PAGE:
There needs to be some structure too. Society should be inclusive, but there are limitations to overegging the ‘dementia friendly communities’. Communities should be inclusive and accessible to all. You can’t “spot” a person with dementia in the community by a sticker on his head, or by the way he’s acting.

Research needs to be more balanced, including good quality research into care as well as the brilliant cellular and molecular research. But humility is needed to accept that all research is worthy in itself, irrespective of whether drug therapies are found.

People who say we don’t have to choose between cure and cure need to factor into their views that social care funding is on its knees. The NHS also has insufficient monies to perform optimally. All persons with dementia are entitled to the best quality healthcare, whether they’re in hospital, at home, in a hospice, or in  a care home. Cosying up to government and then complaining to fix dementia care is – no ifs or buts – weak leadership.

Access to the right quality care is important. Some of the work can be done by people with not much more than a NVQ in advising or supporting, but we do fundamentally need more properly trained clinical specialist nurses ensuring continuity of care and higher level care (e.g. in caring for those caring, palliative care, incontinence). One reason for this is a reluctance to consider dementia as a terminal illness – but the other sadly is selfish brutal politics. You unfortunately pay for what you get.

Above all, the lived experience of all people living with dementia and their closest is paramount. We don’t need to pour huge amounts of money into middle men into measuring this. We simply need to listen.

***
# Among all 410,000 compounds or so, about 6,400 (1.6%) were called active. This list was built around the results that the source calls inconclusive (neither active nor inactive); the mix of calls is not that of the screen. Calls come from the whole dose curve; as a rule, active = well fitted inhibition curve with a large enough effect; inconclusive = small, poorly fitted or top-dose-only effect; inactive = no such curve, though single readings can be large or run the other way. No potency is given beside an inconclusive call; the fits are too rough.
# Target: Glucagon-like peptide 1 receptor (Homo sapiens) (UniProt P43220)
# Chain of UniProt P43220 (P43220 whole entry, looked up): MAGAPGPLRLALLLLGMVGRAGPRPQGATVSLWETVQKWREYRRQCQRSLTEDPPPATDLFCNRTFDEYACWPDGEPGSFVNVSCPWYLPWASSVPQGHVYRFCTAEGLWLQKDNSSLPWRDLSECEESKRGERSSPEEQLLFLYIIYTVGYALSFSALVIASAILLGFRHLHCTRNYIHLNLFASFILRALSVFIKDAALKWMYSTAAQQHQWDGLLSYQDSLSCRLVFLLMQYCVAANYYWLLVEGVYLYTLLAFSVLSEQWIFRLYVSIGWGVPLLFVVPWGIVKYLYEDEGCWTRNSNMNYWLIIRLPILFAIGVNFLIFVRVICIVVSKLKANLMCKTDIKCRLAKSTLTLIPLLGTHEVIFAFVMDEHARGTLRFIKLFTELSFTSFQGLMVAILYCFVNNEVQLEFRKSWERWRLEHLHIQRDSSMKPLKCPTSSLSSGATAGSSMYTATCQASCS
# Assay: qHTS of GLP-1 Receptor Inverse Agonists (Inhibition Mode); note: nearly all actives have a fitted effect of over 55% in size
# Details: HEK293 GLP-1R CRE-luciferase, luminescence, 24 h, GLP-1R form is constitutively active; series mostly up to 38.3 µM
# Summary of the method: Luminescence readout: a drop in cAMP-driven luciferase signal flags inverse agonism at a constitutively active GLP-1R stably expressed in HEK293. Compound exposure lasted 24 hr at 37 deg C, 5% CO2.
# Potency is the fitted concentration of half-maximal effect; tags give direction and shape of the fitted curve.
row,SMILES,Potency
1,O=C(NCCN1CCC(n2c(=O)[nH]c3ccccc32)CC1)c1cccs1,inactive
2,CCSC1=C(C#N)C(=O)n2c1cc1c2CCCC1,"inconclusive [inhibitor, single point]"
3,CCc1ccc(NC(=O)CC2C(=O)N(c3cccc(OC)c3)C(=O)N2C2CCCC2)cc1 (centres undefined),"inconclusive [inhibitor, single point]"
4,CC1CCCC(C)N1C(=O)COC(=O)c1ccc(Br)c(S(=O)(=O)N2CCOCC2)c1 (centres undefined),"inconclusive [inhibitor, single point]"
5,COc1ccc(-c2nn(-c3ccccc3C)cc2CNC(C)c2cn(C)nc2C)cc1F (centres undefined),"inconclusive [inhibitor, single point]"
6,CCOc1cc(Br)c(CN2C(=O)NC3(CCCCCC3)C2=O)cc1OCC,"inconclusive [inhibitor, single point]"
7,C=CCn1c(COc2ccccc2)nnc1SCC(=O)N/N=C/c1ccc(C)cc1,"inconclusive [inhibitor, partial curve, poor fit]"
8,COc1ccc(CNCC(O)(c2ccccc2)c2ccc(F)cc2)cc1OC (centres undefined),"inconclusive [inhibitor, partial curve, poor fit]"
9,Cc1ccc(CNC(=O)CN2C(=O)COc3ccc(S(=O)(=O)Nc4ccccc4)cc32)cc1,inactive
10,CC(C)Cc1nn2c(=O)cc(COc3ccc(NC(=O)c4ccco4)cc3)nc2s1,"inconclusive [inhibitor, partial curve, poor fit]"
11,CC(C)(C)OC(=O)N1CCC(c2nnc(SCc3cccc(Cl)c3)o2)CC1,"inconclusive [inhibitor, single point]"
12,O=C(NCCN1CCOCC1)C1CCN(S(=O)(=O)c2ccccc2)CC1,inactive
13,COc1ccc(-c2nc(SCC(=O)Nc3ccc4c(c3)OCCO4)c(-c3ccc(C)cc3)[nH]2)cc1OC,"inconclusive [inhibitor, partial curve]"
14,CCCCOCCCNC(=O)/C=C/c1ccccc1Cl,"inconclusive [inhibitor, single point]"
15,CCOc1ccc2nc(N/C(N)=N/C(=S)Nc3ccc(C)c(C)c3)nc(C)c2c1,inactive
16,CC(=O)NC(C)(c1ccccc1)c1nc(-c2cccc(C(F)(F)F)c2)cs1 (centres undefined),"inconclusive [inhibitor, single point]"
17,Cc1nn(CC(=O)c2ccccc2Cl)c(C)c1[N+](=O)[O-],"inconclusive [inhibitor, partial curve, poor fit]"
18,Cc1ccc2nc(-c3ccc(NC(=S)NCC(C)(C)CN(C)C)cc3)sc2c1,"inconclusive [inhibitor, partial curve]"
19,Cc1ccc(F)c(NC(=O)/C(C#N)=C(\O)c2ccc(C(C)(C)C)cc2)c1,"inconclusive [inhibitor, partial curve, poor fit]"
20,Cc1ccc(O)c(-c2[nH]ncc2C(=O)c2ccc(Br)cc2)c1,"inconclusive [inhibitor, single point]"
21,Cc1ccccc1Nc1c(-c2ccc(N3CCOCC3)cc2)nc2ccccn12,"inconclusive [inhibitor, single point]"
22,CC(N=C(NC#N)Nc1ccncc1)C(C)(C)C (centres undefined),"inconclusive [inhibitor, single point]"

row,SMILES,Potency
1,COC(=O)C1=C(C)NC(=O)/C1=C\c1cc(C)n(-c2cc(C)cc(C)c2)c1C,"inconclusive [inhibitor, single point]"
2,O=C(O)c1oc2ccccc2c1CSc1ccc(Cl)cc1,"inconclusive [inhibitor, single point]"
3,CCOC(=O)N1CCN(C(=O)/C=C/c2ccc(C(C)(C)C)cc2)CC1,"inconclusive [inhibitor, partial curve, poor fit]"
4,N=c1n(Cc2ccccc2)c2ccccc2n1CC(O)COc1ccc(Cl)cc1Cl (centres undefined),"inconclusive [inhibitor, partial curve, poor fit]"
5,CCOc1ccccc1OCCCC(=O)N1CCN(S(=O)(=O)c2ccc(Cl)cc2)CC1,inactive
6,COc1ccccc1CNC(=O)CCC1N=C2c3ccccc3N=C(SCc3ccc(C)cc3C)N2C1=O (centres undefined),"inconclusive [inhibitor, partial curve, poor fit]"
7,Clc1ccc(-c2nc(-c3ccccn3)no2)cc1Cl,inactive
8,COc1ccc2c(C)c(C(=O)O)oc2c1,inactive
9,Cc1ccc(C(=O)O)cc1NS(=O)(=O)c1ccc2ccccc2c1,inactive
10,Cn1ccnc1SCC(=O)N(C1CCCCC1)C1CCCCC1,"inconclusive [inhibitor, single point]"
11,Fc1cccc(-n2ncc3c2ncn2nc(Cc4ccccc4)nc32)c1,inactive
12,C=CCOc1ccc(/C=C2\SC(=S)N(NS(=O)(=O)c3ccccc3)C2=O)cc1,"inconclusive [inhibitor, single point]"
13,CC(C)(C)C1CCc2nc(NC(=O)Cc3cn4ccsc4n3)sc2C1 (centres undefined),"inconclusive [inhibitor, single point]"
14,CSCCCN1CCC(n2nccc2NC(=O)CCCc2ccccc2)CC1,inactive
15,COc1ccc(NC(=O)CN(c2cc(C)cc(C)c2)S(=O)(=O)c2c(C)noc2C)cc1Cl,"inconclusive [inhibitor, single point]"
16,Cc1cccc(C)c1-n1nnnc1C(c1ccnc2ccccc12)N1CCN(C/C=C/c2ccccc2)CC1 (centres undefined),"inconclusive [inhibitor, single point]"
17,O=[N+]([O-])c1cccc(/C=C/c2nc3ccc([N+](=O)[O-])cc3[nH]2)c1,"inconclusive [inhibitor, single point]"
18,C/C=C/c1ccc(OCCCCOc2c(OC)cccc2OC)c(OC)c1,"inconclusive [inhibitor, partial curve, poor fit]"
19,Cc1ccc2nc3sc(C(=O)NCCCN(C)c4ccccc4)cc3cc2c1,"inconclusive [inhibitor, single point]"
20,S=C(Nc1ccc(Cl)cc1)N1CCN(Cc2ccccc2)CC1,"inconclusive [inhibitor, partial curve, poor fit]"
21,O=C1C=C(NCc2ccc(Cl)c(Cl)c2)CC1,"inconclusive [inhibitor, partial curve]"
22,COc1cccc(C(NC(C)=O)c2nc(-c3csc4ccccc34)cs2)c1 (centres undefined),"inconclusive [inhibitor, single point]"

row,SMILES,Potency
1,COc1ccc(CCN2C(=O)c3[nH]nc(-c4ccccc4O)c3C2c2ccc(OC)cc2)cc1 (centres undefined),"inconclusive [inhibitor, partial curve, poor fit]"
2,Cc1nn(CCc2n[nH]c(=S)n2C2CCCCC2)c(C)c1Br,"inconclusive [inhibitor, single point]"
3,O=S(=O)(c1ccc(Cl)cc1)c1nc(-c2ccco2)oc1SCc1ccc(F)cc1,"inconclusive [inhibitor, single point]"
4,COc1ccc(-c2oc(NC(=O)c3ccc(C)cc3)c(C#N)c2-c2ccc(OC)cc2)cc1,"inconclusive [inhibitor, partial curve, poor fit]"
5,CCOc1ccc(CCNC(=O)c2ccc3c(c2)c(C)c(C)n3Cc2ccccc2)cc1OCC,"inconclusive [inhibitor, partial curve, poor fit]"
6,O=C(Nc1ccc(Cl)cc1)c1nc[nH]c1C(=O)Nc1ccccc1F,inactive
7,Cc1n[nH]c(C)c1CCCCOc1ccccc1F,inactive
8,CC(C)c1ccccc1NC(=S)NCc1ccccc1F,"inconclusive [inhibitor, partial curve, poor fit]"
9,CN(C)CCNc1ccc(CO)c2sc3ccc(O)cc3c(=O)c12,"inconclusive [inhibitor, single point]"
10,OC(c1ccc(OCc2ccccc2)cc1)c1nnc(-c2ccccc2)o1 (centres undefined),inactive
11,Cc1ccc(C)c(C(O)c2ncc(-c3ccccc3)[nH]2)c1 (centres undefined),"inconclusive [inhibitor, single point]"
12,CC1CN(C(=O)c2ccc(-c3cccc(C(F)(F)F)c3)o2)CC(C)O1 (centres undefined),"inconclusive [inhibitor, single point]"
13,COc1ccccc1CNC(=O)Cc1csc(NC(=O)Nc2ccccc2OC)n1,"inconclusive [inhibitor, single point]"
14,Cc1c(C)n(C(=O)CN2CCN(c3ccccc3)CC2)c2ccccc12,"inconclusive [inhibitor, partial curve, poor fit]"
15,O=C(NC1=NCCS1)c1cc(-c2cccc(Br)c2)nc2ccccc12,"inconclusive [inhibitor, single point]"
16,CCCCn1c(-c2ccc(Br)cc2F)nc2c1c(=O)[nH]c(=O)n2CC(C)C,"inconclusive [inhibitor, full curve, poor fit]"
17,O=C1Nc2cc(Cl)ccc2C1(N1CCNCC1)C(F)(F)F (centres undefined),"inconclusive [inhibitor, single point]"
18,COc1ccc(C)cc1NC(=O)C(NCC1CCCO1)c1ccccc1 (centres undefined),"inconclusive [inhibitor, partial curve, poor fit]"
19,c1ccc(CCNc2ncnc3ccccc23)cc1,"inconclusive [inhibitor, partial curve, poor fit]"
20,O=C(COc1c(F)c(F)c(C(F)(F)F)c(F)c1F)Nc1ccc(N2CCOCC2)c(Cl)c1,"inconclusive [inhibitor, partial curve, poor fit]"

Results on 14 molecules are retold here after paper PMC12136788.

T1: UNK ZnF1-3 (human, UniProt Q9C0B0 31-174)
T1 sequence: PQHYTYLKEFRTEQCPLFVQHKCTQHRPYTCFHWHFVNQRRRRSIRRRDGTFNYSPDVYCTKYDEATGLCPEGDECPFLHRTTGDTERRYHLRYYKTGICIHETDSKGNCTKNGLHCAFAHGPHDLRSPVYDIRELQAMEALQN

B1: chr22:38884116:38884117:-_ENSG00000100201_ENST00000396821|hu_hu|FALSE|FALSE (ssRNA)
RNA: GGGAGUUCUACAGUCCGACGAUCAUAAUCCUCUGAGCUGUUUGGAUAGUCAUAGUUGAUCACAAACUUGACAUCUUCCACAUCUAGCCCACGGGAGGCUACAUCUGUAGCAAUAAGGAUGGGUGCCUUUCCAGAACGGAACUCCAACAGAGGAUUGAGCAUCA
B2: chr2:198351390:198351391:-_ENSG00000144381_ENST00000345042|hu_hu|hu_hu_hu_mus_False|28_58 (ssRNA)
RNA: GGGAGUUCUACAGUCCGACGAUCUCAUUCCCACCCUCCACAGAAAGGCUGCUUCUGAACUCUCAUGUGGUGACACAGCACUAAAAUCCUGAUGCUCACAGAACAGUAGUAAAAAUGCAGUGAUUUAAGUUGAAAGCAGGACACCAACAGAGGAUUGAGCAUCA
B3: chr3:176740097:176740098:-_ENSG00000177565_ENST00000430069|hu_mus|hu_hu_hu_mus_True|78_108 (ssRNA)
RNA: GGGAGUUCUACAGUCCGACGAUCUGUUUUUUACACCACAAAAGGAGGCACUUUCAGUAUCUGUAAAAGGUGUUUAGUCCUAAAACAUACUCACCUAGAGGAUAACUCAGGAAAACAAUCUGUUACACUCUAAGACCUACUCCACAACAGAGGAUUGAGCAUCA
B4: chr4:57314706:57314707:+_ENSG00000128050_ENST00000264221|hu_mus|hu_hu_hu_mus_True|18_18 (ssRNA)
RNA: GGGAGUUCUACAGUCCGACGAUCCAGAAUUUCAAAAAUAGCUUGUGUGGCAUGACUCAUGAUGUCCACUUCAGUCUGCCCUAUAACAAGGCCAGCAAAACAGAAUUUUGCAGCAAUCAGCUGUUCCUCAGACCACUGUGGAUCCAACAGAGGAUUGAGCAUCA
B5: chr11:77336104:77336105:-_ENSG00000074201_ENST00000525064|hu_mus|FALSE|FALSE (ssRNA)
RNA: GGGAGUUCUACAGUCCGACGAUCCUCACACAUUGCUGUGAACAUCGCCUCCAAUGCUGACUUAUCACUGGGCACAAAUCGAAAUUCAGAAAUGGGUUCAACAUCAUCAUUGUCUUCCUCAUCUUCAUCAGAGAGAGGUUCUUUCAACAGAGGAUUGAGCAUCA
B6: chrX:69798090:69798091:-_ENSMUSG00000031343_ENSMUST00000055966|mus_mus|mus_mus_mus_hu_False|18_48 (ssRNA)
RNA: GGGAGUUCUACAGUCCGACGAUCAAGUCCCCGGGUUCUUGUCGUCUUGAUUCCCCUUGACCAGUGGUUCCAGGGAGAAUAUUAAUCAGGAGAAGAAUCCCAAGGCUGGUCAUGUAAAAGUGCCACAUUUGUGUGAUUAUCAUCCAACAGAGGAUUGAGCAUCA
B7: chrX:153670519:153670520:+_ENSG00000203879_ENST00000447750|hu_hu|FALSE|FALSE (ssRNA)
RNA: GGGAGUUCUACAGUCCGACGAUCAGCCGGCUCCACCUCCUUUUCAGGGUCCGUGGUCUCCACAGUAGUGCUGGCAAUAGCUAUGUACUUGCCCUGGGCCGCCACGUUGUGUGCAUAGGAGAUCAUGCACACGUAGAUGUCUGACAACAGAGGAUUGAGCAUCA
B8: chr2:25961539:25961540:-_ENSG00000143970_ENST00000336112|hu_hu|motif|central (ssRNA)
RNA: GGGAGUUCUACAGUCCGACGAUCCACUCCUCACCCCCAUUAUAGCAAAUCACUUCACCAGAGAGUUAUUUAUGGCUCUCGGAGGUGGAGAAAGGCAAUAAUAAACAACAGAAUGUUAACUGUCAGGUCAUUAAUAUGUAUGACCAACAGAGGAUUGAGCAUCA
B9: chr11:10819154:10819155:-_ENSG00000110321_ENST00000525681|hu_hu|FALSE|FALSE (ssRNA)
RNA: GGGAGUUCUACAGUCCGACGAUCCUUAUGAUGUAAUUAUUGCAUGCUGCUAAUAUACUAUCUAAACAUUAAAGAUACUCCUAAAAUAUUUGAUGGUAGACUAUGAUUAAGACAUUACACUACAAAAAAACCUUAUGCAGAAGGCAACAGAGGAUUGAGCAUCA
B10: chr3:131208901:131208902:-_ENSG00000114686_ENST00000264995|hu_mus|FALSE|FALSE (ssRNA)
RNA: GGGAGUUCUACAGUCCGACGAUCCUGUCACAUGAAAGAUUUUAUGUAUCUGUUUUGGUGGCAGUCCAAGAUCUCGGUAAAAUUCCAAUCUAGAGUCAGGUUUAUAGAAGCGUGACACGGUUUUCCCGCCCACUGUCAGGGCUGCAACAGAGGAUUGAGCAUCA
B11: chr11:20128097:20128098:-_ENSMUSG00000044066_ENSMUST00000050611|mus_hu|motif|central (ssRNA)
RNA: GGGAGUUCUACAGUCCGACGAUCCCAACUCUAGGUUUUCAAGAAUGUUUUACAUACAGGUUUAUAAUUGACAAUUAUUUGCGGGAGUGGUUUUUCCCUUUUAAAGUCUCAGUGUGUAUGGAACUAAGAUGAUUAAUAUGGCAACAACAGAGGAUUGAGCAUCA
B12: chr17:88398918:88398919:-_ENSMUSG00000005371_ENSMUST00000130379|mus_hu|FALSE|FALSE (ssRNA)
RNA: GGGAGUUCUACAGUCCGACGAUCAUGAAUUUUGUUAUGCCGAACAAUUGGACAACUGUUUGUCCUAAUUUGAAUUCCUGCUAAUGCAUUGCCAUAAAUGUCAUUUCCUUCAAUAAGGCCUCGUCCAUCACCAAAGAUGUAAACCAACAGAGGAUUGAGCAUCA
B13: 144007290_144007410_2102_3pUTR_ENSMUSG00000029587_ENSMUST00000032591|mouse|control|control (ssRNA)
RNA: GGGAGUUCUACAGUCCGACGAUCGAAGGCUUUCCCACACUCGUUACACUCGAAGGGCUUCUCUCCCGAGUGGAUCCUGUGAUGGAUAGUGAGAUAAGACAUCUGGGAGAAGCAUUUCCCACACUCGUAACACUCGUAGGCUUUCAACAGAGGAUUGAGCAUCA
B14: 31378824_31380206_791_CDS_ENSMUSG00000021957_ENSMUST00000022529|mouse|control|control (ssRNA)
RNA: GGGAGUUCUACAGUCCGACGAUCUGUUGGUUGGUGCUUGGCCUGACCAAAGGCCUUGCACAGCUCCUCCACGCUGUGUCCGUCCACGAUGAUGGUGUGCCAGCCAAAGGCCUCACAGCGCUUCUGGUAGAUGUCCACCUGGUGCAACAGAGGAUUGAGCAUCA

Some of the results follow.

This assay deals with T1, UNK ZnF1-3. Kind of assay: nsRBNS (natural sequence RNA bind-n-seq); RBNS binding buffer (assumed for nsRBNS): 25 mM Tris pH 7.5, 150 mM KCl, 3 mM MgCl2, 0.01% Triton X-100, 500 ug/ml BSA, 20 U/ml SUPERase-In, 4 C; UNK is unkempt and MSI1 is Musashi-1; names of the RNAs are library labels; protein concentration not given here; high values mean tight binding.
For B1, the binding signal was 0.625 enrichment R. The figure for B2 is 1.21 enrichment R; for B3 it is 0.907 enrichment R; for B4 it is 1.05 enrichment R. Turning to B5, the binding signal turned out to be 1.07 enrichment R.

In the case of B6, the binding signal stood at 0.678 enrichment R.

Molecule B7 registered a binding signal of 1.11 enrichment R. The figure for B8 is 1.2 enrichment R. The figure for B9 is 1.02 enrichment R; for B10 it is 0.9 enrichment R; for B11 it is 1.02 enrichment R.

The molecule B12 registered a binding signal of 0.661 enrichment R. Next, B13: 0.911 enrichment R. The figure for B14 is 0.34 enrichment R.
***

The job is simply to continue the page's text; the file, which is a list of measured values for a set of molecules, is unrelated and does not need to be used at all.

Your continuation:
Project Fear in dementia policy: oranges are not the only fruit



In the run-up to the Scottish referendum, Alex Salmond used to tour the TV studios complaining about ‘Project Fear’, the term for how Westminster were arguing that the world would implode if Scotland became an independent country.

It is projected that a device of the ‘Stay in’ campaigns for the UK membership of the EU will be to argue that the UK will inextricably suffer if it leaves the UK, in areas ranging from the economy to defence policy.

A similar fear was used by Lord Andrew Lansley CBE, previous Conservative MP for South Cambridgeshire, arguing that without the Health and Social Care Act 2012 quality in the NHS would hugely suffer unless competition were at the vanguard of policy to drive up quality.

In fact, there was no convincing evidence even at the time that competition would drive up quality. It was noted at the time that competition was the device to shoo-horn private procurement of contracts everywhere, adding hugely to transaction costs, and impeding the development of clinical pathways purely out of clinical choice.

It is clear to me that ‘integration’ has been introduced in English policy, partly to throw people off the scent of Lansley, and partly to accompany Jeremy Hunt MP’s daily reminders of Mid Staffs and ‘rigorous inspection’ comprising his English NHS policy.

We, it is claimed, cannot afford to fund nurses training from a fair society – the fear makes us make nurses pay for their own education through withdrawal of bursaries. We cannot afford to pay for doctors – for fear of being unable to keep loan repayments for the private finance initiative. We cannot have safe staffing of hospitals due to ‘efficiency savings’, aka austerity.